Underwater wombat

Occasionally, this time of year, a high-pressure system stalls and the  tradewinds hold their breath.  By Thursday, when deadlines were passed, the mares’ tail cirrus clouds that I learned about in ninth grade earth science class hinted that the system would be moving soon.   But the weather held as we headed out of the Bay. Not much wind, but there are still rollers, so Jason drove the Whaler gently, like the considerate captain he is, and we made it to the offshore rocks. Our little crew of five divers (four female doctoral students and me — yes, marine biology will soon lose its prestige with its over-representation of women in the junior ranks, not to mention all the giggling) out for a ‘proficiency’ dive.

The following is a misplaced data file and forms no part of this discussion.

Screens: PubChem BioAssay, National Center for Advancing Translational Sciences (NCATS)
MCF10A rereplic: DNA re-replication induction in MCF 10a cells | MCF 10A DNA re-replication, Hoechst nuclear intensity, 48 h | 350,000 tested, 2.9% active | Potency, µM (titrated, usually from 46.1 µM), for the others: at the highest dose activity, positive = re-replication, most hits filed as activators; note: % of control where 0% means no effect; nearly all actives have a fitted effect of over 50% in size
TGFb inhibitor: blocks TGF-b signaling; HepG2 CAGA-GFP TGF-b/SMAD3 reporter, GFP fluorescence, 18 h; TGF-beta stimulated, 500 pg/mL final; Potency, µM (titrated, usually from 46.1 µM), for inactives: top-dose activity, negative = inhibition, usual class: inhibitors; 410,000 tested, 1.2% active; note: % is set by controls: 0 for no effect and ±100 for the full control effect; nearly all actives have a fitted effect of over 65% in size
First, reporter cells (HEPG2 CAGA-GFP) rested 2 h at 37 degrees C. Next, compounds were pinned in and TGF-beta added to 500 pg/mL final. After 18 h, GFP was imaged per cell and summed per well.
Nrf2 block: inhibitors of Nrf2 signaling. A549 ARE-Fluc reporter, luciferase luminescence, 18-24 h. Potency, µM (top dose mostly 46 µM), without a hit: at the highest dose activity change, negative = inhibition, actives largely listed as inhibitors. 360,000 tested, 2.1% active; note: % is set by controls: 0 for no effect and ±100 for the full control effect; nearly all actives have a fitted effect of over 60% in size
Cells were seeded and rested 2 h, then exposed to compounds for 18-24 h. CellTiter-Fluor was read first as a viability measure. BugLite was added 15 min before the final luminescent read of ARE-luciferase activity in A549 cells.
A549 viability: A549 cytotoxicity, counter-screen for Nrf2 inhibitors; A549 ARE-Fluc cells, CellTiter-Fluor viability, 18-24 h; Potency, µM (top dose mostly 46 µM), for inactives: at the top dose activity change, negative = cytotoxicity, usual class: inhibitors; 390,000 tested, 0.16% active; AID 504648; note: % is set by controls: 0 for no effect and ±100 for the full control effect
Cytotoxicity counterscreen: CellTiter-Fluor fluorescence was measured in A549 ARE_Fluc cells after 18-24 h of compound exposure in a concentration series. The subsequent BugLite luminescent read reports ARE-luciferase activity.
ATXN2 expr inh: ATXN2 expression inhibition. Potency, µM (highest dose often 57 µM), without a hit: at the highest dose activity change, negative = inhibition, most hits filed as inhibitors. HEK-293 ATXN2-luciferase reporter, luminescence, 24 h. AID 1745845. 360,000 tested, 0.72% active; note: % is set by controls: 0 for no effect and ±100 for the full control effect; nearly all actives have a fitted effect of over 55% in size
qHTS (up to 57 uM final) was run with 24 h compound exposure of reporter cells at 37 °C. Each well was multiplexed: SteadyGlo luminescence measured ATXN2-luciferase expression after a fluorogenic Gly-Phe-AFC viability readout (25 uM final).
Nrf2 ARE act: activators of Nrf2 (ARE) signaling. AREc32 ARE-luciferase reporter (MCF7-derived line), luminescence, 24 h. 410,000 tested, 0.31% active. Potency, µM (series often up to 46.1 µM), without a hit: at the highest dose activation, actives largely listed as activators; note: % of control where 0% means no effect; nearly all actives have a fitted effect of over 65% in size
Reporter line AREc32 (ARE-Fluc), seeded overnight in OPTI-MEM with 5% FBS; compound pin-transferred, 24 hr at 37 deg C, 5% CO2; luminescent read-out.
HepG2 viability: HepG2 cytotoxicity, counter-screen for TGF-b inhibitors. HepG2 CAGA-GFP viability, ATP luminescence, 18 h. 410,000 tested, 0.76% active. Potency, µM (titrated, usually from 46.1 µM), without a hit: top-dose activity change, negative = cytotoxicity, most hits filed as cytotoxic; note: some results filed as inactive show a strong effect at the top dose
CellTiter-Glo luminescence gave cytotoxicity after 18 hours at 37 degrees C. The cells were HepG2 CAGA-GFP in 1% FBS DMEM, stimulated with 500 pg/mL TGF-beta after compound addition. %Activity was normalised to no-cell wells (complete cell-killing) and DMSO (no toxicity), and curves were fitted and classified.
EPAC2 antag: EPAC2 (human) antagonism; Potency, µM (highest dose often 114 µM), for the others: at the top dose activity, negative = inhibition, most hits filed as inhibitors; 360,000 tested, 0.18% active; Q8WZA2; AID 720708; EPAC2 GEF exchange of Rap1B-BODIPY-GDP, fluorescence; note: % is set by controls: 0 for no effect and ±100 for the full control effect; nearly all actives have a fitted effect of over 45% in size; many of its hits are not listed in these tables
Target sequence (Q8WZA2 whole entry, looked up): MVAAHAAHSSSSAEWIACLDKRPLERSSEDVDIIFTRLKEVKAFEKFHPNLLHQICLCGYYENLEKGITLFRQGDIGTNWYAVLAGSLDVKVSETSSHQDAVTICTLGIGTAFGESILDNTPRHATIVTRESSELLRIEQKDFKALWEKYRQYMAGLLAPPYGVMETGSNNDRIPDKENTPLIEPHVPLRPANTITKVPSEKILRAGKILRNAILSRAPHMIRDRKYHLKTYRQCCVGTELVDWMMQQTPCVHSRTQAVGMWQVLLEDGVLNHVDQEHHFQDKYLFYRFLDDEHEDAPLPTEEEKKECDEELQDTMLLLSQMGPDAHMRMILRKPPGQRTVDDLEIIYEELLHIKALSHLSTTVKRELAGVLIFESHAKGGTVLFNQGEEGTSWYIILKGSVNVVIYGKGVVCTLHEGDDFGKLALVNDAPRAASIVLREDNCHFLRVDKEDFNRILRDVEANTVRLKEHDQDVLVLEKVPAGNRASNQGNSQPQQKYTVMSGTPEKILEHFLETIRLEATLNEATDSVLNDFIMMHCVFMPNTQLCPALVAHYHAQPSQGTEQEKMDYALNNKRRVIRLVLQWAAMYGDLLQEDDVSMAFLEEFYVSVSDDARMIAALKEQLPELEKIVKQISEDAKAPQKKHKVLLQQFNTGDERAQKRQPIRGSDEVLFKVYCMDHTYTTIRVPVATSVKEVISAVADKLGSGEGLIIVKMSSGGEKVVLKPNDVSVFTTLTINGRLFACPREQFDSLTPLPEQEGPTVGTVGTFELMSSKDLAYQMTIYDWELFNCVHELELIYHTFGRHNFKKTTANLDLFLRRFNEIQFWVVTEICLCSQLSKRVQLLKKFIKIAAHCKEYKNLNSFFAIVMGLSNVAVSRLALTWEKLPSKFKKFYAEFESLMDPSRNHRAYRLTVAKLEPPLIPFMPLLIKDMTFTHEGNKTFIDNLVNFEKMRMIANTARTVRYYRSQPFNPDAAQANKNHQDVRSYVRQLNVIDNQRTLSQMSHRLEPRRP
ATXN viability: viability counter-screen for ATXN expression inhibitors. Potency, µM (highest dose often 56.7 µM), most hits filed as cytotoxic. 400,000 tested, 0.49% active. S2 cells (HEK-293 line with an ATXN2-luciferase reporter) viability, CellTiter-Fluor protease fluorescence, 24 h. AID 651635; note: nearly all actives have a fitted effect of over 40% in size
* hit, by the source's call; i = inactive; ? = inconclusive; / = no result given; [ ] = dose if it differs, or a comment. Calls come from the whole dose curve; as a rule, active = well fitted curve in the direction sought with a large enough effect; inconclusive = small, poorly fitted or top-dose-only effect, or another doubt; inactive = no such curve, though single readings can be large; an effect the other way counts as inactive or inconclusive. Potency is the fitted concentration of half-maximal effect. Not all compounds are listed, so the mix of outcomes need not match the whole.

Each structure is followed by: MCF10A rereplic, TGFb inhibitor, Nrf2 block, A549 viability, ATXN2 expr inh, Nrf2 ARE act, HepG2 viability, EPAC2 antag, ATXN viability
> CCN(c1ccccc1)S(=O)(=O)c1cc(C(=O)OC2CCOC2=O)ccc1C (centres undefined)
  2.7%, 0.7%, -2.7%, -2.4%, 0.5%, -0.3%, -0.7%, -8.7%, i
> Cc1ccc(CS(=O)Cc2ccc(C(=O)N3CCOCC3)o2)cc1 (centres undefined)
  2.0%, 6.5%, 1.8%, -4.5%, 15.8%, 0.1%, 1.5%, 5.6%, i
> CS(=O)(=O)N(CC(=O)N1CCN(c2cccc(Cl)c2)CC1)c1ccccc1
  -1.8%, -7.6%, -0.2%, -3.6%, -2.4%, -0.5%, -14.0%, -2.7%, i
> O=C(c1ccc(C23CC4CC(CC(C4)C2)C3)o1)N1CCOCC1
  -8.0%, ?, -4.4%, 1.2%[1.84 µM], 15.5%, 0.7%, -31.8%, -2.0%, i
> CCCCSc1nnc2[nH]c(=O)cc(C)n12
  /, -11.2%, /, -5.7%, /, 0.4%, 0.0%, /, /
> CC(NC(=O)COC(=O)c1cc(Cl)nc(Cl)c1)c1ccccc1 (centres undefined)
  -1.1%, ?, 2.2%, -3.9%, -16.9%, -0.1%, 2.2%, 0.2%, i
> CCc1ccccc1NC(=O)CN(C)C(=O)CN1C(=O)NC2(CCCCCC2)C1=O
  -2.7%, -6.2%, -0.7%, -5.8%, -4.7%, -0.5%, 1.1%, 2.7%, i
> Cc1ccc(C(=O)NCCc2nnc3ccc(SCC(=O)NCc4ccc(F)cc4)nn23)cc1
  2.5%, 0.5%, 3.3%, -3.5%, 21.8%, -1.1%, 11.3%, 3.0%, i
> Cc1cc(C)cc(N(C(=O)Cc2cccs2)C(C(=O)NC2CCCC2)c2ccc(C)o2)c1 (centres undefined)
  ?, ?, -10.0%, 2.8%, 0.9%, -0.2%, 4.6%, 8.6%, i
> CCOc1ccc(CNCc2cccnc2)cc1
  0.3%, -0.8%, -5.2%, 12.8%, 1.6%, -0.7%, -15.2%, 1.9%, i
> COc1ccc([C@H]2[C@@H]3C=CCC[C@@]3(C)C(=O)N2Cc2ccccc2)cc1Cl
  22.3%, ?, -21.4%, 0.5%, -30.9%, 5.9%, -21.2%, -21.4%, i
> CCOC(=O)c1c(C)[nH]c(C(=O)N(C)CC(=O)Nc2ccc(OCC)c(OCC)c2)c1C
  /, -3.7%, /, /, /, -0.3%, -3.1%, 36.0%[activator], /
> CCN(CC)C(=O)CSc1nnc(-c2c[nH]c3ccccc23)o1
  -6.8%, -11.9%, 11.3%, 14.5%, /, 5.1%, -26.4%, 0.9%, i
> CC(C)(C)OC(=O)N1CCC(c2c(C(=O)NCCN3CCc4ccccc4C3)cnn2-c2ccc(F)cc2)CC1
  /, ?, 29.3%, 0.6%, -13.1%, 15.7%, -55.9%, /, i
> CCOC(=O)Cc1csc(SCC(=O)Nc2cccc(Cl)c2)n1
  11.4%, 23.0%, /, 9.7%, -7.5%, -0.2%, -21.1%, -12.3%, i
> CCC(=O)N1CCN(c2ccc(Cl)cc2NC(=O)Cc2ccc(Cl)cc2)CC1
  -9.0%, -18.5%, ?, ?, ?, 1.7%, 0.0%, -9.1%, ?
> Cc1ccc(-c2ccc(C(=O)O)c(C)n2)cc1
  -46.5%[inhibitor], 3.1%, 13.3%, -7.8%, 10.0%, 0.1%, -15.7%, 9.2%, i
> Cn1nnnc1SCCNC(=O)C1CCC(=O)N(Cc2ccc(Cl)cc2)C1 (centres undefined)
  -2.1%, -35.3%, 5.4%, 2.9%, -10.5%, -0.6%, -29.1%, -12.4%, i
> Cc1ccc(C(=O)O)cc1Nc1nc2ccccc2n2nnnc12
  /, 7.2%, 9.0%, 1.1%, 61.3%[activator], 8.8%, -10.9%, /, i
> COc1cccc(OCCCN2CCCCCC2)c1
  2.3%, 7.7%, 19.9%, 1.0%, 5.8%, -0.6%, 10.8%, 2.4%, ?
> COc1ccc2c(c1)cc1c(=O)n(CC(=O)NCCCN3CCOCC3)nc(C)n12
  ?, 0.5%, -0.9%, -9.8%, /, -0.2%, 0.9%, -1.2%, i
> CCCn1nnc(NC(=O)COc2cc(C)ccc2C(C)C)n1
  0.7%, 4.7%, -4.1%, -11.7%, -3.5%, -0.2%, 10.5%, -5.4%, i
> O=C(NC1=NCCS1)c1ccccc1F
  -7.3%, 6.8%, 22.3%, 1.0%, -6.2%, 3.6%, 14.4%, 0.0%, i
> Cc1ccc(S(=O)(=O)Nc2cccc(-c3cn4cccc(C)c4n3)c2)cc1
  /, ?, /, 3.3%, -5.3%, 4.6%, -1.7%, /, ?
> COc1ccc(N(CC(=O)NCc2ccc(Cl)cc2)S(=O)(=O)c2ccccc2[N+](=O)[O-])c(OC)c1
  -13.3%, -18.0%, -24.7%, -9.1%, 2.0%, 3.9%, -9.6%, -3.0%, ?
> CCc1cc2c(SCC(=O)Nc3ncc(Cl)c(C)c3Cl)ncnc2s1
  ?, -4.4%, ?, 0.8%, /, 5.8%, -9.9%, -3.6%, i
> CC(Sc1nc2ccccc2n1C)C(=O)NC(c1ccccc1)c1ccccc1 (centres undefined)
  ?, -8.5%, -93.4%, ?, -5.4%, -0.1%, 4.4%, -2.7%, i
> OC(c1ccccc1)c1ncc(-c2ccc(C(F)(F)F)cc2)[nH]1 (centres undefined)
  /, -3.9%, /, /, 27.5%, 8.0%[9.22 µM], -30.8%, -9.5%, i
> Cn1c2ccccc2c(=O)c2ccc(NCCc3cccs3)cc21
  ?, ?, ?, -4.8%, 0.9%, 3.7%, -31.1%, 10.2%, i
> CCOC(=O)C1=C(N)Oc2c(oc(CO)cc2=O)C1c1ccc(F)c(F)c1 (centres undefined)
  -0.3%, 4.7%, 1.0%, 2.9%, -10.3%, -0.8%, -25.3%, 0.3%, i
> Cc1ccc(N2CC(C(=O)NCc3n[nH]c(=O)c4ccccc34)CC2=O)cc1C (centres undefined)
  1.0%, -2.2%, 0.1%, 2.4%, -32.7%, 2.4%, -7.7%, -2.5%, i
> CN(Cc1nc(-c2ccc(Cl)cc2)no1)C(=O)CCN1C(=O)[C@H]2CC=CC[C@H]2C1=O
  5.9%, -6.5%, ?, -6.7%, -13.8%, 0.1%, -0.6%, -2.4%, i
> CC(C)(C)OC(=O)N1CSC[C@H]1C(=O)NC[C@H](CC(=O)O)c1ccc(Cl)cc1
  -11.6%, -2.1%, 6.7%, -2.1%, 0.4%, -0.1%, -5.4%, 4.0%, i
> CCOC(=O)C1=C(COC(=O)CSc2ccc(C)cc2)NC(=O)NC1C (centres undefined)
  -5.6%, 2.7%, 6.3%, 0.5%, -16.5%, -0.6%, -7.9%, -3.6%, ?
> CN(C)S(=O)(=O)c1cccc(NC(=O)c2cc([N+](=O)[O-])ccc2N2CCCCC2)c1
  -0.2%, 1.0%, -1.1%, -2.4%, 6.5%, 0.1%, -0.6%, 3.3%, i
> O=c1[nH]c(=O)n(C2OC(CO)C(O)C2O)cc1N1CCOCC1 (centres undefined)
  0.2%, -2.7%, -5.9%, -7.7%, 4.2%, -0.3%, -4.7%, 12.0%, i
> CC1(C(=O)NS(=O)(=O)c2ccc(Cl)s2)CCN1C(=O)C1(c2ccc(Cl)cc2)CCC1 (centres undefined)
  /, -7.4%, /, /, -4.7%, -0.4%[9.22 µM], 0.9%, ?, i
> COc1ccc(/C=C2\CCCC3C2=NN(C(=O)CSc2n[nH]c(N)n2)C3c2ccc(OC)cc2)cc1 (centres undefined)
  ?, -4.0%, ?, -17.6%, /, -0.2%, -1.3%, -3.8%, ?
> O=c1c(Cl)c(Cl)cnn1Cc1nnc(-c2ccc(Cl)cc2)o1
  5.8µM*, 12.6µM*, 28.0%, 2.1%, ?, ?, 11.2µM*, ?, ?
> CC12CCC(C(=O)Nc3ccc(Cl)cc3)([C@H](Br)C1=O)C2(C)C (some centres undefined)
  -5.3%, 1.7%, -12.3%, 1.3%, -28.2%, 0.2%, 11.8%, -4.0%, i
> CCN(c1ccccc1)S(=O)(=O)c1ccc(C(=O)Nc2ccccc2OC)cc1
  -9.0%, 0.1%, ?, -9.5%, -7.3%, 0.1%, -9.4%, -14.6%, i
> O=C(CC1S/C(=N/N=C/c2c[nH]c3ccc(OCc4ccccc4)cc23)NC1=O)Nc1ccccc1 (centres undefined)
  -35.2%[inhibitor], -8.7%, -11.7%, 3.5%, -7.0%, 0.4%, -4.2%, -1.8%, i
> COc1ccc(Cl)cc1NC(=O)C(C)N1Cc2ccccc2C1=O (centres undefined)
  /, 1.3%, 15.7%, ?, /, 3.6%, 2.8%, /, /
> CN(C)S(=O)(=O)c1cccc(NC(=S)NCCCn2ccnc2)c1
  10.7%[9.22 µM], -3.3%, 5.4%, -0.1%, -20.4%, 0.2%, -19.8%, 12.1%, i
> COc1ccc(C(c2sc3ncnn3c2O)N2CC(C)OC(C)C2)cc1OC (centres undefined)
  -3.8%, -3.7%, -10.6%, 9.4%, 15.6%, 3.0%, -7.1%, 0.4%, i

On our second dive, we entered a large cavern. The entrance to the cavern was in shadow, and it got darker as we went further back. Colors turned to gray-scale. Waves, sometimes gently, sometimes roughly, rocking you in the water. One got a little woozy from the motion and lack of contrast.

After we surfaced, the woozy one barfed and looked miserable. (Quid pro quo from a dive we did last summer where I was the one barfing). I surprised myself a little when the old dive instructor kicked in, and I told her to relax and briskly towed her back to the boat. She would have been fine, of course, but nausea can make fools of us all. I’ve been feeling weak and old, so it was nice to be superwoman again, if trivially and briefly.

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